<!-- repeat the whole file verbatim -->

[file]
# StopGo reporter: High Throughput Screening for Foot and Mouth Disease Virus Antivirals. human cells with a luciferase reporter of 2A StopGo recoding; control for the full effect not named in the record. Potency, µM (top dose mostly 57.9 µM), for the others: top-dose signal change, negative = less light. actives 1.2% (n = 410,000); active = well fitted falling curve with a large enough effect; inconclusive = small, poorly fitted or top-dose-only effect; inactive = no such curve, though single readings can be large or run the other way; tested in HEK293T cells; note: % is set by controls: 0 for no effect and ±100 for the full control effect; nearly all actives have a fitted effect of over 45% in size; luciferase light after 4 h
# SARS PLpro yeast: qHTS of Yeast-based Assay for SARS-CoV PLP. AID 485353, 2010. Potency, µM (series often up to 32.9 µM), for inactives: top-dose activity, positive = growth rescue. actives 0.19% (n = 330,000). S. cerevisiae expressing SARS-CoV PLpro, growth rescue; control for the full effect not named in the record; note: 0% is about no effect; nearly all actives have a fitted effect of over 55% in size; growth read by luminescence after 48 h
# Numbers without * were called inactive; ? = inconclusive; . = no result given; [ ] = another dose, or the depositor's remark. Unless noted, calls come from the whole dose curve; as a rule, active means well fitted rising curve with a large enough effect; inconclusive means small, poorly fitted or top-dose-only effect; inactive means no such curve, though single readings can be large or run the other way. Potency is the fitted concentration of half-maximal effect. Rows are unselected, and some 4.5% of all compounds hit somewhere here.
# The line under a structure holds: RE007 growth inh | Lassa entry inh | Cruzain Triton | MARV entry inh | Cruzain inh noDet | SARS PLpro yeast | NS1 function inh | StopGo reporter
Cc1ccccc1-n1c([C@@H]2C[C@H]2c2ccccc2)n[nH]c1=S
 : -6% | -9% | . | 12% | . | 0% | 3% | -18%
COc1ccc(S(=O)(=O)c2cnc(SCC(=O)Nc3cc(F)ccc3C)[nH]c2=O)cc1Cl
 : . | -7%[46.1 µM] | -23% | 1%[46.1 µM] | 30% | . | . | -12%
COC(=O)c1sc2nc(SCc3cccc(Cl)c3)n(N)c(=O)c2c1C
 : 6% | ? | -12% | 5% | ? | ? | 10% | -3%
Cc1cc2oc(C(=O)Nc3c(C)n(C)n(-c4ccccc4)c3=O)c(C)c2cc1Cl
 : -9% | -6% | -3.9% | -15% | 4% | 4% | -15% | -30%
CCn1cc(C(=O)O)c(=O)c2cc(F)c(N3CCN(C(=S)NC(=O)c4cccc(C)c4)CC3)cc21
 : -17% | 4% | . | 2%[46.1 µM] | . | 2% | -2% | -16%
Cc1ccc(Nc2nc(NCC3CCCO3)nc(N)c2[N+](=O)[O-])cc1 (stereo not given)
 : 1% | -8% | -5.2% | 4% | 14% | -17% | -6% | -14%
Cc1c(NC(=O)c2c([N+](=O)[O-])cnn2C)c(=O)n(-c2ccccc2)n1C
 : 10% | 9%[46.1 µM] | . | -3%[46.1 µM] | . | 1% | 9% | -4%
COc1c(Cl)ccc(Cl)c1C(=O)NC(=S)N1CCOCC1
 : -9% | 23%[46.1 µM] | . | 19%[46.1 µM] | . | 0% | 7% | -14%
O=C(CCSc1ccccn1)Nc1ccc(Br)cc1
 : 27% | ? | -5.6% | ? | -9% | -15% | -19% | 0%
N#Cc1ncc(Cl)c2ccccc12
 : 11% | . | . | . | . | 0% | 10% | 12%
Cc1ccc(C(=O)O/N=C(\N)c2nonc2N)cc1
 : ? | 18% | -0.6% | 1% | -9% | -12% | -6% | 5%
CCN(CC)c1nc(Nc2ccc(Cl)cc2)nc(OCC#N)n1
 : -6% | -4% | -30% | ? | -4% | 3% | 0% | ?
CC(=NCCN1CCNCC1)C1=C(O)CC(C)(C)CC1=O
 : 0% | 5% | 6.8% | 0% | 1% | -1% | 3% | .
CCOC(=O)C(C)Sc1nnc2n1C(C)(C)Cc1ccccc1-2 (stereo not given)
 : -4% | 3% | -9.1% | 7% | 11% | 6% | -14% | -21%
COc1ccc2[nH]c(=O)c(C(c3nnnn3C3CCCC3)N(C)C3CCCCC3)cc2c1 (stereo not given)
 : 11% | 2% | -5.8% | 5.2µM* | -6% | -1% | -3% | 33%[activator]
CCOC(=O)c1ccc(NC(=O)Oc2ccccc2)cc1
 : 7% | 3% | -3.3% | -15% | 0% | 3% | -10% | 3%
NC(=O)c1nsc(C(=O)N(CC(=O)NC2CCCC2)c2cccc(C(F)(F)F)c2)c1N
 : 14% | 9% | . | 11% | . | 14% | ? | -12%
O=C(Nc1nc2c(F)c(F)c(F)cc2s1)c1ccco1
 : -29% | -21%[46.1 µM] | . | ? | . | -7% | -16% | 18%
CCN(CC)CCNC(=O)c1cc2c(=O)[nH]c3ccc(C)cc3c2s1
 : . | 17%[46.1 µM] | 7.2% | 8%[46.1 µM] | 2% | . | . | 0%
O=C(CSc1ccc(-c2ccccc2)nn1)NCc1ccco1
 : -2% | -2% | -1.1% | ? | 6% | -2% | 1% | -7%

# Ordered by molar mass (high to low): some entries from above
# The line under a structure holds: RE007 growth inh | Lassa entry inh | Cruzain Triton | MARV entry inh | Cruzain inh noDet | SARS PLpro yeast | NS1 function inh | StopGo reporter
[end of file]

# StopGo reporter: High Throughput Screening for Foot and Mouth Disease Virus Antivirals. human cells with a luciferase reporter of 2A StopGo recoding; control for the full effect not named in the record. Potency, µM (top dose mostly 57.9 µM), for the others: top-dose signal change, negative = less light. actives 1.2% (n = 410,000); active = well fitted falling curve with a large enough effect; inconclusive = small, poorly fitted or top-dose-only effect; inactive = no such curve, though single readings can be large or run the other way; tested in HEK293T cells; note: % is set by controls: 0 for no effect and ±100 for the full control effect; nearly all actives have a fitted effect of over 45% in size; luciferase light after 4 h
# SARS PLpro yeast: qHTS of Yeast-based Assay for SARS-CoV PLP. AID 485353, 2010. Potency, µM (series often up to 32.9 µM), for inactives: top-dose activity, positive = growth rescue. actives 0.19% (n = 330,000). S. cerevisiae expressing SARS-CoV PLpro, growth rescue; control for the full effect not named in the record; note: 0% is about no effect; nearly all actives have a fitted effect of over 55% in size; growth read by luminescence after 48 h
# Numbers without * were called inactive; ? = inconclusive; . = no result given; [ ] = another dose, or the depositor's remark. Unless noted, calls come from the whole dose curve; as a rule, active means well fitted rising curve with a large enough effect; inconclusive means small, poorly fitted or top-dose-only effect; inactive means no such curve, though single readings can be large or run the other way. Potency is the fitted concentration of half-maximal effect. Rows are unselected, and some 4.5% of all compounds hit somewhere here.
# The line under a structure holds: RE007 growth inh | Lassa entry inh | Cruzain Triton | MARV entry inh | Cruzain inh noDet | SARS PLpro yeast | NS1 function inh | StopGo reporter
Cc1ccccc1-n1c([C@@H]2C[C@H]2c2ccccc2)n[nH]c1=S
 : -6% | -9% | . | 12% | . | 0% | 3% | -18%
COc1ccc(S(=O)(=O)c2cnc(SCC(=O)Nc3cc(F)ccc3C)[nH]c2=O)cc1Cl
 : . | -7%[46.1 µM] | -23% | 1%[46.1 µM] | 30% | . | . | -12%
COC(=O)c1sc2nc(SCc3cccc(Cl)c3)n(N)c(=O)c2c1C
 : 6% | ? | -12% | 5% | ? | ? | 10% | -3%
Cc1cc2oc(C(=O)Nc3c(C)n(C)n(-c4ccccc4)c3=O)c(C)c2cc1Cl
 : -9% | -6% | -3.9% | -15% | 4% | 4% | -15% | -30%
CCn1cc(C(=O)O)c(=O)c2cc(F)c(N3CCN(C(=S)NC(=O)c4cccc(C)c4)CC3)cc21
 : -17% | 4% | . | 2%[46.1 µM] | . | 2% | -2% | -16%
Cc1ccc(Nc2nc(NCC3CCCO3)nc(N)c2[N+](=O)[O-])cc1 (stereo not given)
 : 1% | -8% | -5.2% | 4% | 14% | -17% | -6% | -14%
Cc1c(NC(=O)c2c([N+](=O)[O-])cnn2C)c(=O)n(-c2ccccc2)n1C
 : 10% | 9%[46.1 µM] | . | -3%[46.1 µM] | . | 1% | 9% | -4%
COc1c(Cl)ccc(Cl)c1C(=O)NC(=S)N1CCOCC1
 : -9% | 23%[46.1 µM] | . | 19%[46.1 µM] | . | 0% | 7% | -14%
O=C(CCSc1ccccn1)Nc1ccc(Br)cc1
 : 27% | ? | -5.6% | ? | -9% | -15% | -19% | 0%
N#Cc1ncc(Cl)c2ccccc12
 : 11% | . | . | . | . | 0% | 10% | 12%
Cc1ccc(C(=O)O/N=C(\N)c2nonc2N)cc1
 : ? | 18% | -0.6% | 1% | -9% | -12% | -6% | 5%
CCN(CC)c1nc(Nc2ccc(Cl)cc2)nc(OCC#N)n1
 : -6% | -4% | -30% | ? | -4% | 3% | 0% | ?
CC(=NCCN1CCNCC1)C1=C(O)CC(C)(C)CC1=O
 : 0% | 5% | 6.8% | 0% | 1% | -1% | 3% | .
CCOC(=O)C(C)Sc1nnc2n1C(C)(C)Cc1ccccc1-2 (stereo not given)
 : -4% | 3% | -9.1% | 7% | 11% | 6% | -14% | -21%
COc1ccc2[nH]c(=O)c(C(c3nnnn3C3CCCC3)N(C)C3CCCCC3)cc2c1 (stereo not given)
 : 11% | 2% | -5.8% | 5.2µM* | -6% | -1% | -3% | 33%[activator]
CCOC(=O)c1ccc(NC(=O)Oc2ccccc2)cc1
 : 7% | 3% | -3.3% | -15% | 0% | 3% | -10% | 3%
NC(=O)c1nsc(C(=O)N(CC(=O)NC2CCCC2)c2cccc(C(F)(F)F)c2)c1N
 : 14% | 9% | . | 11% | . | 14% | ? | -12%
O=C(Nc1nc2c(F)c(F)c(F)cc2s1)c1ccco1
 : -29% | -21%[46.1 µM] | . | ? | . | -7% | -16% | 18%
CCN(CC)CCNC(=O)c1cc2c(=O)[nH]c3ccc(C)cc3c2s1
 : . | 17%[46.1 µM] | 7.2% | 8%[46.1 µM] | 2% | . | . | 0%
O=C(CSc1ccc(-c2ccccc2)nn1)NCc1ccco1
 : -2% | -2% | -1.1% | ? | 6% | -2% | 1% | -7%

# Ordered by molar mass (high to low): some entries from above
# The line under a structure holds: RE007 growth inh | Lassa entry inh | Cruzain Triton | MARV entry inh | Cruzain inh noDet | SARS PLpro yeast | NS1 function inh | StopGo reporter